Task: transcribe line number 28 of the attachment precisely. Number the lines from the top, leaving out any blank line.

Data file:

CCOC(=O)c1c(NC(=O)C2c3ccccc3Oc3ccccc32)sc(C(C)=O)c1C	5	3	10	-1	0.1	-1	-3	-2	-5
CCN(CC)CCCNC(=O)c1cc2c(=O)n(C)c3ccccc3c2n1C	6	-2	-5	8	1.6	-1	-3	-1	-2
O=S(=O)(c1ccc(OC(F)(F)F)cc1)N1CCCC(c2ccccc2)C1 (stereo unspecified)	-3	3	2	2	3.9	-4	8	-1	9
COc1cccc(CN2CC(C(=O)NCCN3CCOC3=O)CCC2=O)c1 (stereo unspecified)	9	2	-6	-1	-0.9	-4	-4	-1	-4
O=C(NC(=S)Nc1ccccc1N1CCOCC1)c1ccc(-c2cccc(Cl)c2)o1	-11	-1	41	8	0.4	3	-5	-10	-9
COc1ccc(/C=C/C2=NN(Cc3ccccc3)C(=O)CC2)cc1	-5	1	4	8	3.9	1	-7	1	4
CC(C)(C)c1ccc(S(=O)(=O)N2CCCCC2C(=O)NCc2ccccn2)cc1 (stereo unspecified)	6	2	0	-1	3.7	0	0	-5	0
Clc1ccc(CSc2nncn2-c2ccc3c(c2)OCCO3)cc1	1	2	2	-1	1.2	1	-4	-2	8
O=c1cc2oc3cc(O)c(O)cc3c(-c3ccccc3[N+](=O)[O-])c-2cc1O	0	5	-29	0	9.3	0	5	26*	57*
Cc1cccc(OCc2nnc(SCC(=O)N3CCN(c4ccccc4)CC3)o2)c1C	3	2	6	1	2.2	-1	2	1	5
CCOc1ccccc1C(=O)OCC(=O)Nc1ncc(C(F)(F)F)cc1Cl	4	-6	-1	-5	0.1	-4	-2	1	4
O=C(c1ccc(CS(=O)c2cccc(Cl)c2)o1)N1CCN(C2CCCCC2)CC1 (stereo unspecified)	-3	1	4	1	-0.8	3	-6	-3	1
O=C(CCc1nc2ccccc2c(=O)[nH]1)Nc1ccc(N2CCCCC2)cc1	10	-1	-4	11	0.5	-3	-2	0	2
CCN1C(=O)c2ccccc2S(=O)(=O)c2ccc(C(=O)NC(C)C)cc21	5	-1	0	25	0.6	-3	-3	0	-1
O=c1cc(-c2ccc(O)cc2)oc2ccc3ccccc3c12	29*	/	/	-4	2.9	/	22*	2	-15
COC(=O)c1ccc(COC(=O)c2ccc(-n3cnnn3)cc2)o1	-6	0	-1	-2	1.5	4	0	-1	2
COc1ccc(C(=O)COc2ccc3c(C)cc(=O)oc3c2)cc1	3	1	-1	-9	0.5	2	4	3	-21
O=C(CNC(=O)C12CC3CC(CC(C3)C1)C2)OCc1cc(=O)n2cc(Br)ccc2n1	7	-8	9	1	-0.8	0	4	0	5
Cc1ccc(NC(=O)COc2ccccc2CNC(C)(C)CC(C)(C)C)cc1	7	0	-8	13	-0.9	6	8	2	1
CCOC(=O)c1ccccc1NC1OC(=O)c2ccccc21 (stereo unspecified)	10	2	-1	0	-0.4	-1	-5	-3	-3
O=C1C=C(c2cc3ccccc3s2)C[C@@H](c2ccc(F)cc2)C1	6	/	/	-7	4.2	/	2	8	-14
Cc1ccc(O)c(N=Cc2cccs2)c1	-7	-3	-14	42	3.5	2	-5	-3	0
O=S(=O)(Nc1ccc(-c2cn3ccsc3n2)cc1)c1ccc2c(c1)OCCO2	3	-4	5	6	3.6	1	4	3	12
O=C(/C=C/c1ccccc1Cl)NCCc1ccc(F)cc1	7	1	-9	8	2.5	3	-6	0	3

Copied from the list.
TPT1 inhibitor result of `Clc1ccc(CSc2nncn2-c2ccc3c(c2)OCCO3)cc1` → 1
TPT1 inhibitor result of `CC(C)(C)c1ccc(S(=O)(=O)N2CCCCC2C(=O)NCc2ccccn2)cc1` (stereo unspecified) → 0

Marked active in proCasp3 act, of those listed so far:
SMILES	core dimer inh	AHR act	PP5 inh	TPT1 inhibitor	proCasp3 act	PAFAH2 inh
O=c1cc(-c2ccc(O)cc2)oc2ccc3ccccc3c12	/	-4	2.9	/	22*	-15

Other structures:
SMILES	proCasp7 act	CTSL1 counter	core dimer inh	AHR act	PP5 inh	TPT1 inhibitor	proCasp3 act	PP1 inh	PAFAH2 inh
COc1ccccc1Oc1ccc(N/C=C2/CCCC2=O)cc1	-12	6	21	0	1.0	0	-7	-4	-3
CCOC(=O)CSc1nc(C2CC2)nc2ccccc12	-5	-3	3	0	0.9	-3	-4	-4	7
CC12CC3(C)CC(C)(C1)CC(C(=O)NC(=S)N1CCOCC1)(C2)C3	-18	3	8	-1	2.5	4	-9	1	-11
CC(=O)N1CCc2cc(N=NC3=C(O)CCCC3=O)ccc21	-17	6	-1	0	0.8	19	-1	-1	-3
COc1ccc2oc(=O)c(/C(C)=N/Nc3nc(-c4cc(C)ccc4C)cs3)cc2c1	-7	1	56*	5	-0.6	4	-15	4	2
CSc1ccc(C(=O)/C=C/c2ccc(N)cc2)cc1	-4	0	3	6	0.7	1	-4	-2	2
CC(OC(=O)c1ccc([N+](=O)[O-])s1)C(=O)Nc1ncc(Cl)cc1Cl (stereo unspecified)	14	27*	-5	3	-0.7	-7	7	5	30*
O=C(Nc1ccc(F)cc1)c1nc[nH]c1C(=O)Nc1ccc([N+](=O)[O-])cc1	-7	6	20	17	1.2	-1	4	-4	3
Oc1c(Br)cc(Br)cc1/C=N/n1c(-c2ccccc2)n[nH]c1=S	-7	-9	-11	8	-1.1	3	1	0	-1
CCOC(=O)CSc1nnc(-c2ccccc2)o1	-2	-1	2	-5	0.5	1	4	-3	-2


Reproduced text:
Marked active in proCasp3 act, of those listed so far: